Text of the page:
Michael Tomshack could be the poster person for "cheerful giving."
Few events excite our two sons like the arrival of a Vineyard Vines pop-up store.
You probably know the legend of the lost city of Atlantis, but what about the lost community of Rhea Springs, Tenn.?
I earned my first real paycheck at age 14. The year was 1973, and the minimum wage was $1.60 an hour.
If life has three stages, the template for Chattanooga baby boomers has been unstructured play (as kids), hard work (as adults) and a return to play (as retirees), according to a leading life coach and author.
The human mind searches for context.
Yes, Volkswagen's redesigned 2018 Tiguan is bigger and better than ever. In a comparison test, Cars.com just rated the Tiguan its No. 1 compact SUV.
We hear a lot about upward mobility and how hard it is to achieve in 21st century America.
Half-ton pickup trucks such as the Chevrolet Silverado and Ford F-150 are perennially Chattanooga's best selling new vehicles.
Five years ago, Colleen Johnson was 100 pounds overweight and battling endometrial cancer.
It appears I was on the cusp of a trend by fathering children in my 40s.
Does your car need a name? The short answer is "yes."
Mayweather vs. McGregor it wasn't.
Today, a few final thoughts on the Great American Eclipse.
Karen Hughes, 45, was a member of the first graduating class at Ridgeland High School in 1990 and a player on the school's first state championship softball team.
I grew up with a portrait of Robert E. Lee hanging in the living room of my parents' home. It was displayed in a frame made of wooden planks from my father's childhood home, a Depression-era shack in rural Maury County.
Charlie Steinhice, a 57-year-old manager at BlueCross BlueShield, thinks those who shrug off Monday's solar eclipse are making the mistake of a lifetime.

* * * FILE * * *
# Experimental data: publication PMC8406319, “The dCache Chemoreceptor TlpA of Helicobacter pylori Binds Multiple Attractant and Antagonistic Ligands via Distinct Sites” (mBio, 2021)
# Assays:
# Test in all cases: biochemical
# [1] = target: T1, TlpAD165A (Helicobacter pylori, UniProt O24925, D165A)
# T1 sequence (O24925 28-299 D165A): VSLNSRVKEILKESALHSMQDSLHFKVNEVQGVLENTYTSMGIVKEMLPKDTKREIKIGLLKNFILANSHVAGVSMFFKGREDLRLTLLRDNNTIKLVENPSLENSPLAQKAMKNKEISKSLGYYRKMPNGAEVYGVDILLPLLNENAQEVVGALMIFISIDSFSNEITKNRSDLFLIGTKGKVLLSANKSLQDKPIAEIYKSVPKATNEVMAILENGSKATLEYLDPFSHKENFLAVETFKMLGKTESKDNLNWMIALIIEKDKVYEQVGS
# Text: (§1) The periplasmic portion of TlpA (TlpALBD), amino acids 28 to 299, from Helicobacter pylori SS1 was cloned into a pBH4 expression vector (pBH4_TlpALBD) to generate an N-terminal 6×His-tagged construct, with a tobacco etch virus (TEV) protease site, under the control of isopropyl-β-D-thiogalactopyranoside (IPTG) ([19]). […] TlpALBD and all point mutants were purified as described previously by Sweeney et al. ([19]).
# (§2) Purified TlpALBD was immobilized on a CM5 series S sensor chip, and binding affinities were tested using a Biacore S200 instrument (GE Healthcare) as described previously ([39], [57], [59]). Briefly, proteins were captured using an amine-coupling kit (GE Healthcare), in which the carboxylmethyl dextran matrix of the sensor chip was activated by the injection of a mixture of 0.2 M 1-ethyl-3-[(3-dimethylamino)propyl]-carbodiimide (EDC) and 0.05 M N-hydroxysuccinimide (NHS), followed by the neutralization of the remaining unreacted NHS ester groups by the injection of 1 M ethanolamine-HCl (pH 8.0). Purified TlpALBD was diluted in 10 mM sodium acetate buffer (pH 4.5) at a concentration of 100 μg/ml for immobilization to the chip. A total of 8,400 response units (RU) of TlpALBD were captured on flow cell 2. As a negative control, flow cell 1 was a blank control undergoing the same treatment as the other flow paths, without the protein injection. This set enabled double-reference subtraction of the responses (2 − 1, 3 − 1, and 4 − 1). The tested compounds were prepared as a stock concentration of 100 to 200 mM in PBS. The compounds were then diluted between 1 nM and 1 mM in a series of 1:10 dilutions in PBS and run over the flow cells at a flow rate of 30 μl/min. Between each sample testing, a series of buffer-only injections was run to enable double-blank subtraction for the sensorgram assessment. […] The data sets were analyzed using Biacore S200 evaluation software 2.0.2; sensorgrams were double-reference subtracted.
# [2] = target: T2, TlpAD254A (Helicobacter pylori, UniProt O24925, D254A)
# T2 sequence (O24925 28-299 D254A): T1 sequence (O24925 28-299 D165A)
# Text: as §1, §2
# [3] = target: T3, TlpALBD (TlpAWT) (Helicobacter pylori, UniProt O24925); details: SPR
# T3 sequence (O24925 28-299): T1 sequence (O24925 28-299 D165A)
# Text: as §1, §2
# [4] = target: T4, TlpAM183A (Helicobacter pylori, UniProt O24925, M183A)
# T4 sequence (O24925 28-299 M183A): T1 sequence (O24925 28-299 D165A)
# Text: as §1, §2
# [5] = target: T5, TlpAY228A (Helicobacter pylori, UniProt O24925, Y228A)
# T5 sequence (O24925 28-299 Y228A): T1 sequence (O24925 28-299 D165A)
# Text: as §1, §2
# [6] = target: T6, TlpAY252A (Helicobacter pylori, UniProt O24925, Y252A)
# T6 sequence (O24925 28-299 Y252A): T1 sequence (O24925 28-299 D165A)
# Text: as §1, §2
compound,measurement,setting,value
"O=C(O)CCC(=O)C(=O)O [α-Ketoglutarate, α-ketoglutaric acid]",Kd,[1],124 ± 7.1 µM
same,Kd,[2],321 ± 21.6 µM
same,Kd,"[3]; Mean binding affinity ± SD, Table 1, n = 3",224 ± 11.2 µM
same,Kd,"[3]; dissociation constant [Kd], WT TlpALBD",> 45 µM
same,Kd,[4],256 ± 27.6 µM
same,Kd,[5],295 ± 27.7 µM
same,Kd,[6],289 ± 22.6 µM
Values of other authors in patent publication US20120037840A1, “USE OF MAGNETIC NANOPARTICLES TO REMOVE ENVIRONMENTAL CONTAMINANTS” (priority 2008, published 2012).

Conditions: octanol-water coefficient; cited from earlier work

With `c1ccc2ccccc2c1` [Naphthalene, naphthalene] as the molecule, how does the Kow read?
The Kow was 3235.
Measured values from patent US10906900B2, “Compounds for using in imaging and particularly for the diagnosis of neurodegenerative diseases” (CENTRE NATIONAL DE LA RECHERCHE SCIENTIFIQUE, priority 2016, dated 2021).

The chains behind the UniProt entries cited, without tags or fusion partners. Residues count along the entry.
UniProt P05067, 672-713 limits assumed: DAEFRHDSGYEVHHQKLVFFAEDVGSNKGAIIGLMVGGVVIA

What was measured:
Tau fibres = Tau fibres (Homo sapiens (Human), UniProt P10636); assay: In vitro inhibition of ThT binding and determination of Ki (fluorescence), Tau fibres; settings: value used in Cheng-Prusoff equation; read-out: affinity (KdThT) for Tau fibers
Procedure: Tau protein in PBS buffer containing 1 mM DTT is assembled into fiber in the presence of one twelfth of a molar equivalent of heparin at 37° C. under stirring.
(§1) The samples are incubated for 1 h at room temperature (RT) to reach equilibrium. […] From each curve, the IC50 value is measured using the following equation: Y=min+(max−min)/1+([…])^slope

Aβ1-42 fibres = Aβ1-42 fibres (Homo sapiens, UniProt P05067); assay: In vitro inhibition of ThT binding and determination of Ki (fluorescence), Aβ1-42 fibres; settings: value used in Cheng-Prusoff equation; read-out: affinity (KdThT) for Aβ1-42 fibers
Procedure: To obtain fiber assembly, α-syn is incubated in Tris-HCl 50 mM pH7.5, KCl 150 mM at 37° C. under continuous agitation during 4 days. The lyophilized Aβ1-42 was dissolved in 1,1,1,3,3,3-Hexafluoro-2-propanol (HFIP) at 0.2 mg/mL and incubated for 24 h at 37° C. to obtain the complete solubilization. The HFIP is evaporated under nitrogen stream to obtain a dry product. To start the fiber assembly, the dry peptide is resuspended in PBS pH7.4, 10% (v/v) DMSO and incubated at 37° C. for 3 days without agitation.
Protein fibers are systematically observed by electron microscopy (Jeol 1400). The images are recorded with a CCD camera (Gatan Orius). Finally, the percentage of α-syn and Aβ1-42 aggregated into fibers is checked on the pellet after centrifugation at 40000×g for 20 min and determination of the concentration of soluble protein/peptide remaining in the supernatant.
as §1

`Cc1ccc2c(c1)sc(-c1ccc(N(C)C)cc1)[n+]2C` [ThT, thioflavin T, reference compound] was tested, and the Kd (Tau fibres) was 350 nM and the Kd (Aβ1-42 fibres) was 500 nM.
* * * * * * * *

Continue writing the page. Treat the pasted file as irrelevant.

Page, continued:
I thought I had peaked as a human being in 10th grade.
Gina Hooker, a 55-year-old radiology nurse at Erlanger hospital, has seen death up close. She has measured its breath, felt its chill.
Keith Morin was among 27 children who gathered at a new "grief camp" in Maine in 2009, a movement that has grown into a nationwide network of summer retreats known as Experience Camps, funded mostly by individual donors around the United States.
It's easy to forget the virtues of a rear-wheel-drive automobile: light steering, squealable tires and kick-in-the-pants power.
Five Hooie brothers from Pulaski, Tenn., served their country in wartime. All five returned home safely.
In the summer of 1969, my Middle Tennessee family of four stopped in Atlanta on the way to Florida to catch a Braves game at Atlanta-Fulton County Stadium.
For a minute there, Galen Riley, a 33-year-old Chattanooga software engineer, was thinking about leaving Chattanooga for greener pastures.
When he was just 10 years old, Calvin Sneed stopped eating to grieve the demolition of a metal truss bridge in Marshall County, Tenn., near property that would become Henry Horton State Park.
My mother was a banker. For most of four decades, the 1960s through the 1990s, she was a teller at bank branches in Columbia, Tenn.
I was reading a piece by New York Times columnist Thomas L. Friedman the other day when I came across a quote that stuck with me.
Back in the mid-1990s, reporters at the former Chattanooga Times huddled and decided to elevate coverage of the area's high school valedictorians.
So my 15-year-old son and I are car shopping.
Interesting fact: One out of four garages in America is so cluttered it won't even fit one car.
Our house is littered with artifacts from the many phases of boyhood.
When she was 12 years old, Wanda Jones Cooper, now 66, sat on her Granny Jones' front porch in rural Marion County and studied a pine-covered hill at the back of the family farm.
For 30 years, Floyd and Deborah Richardson have been house parents at Bethel Bible Village, a Christian group home off Hamill Road for children and teens in crisis.
James Mason Anderson, a Confederate soldier, died from a blast to the face at the Battle of Shiloh, one of the bloodiest engagements of the Civil War.
Sometimes the 10-year-old and the 58-year-old in our house butt heads.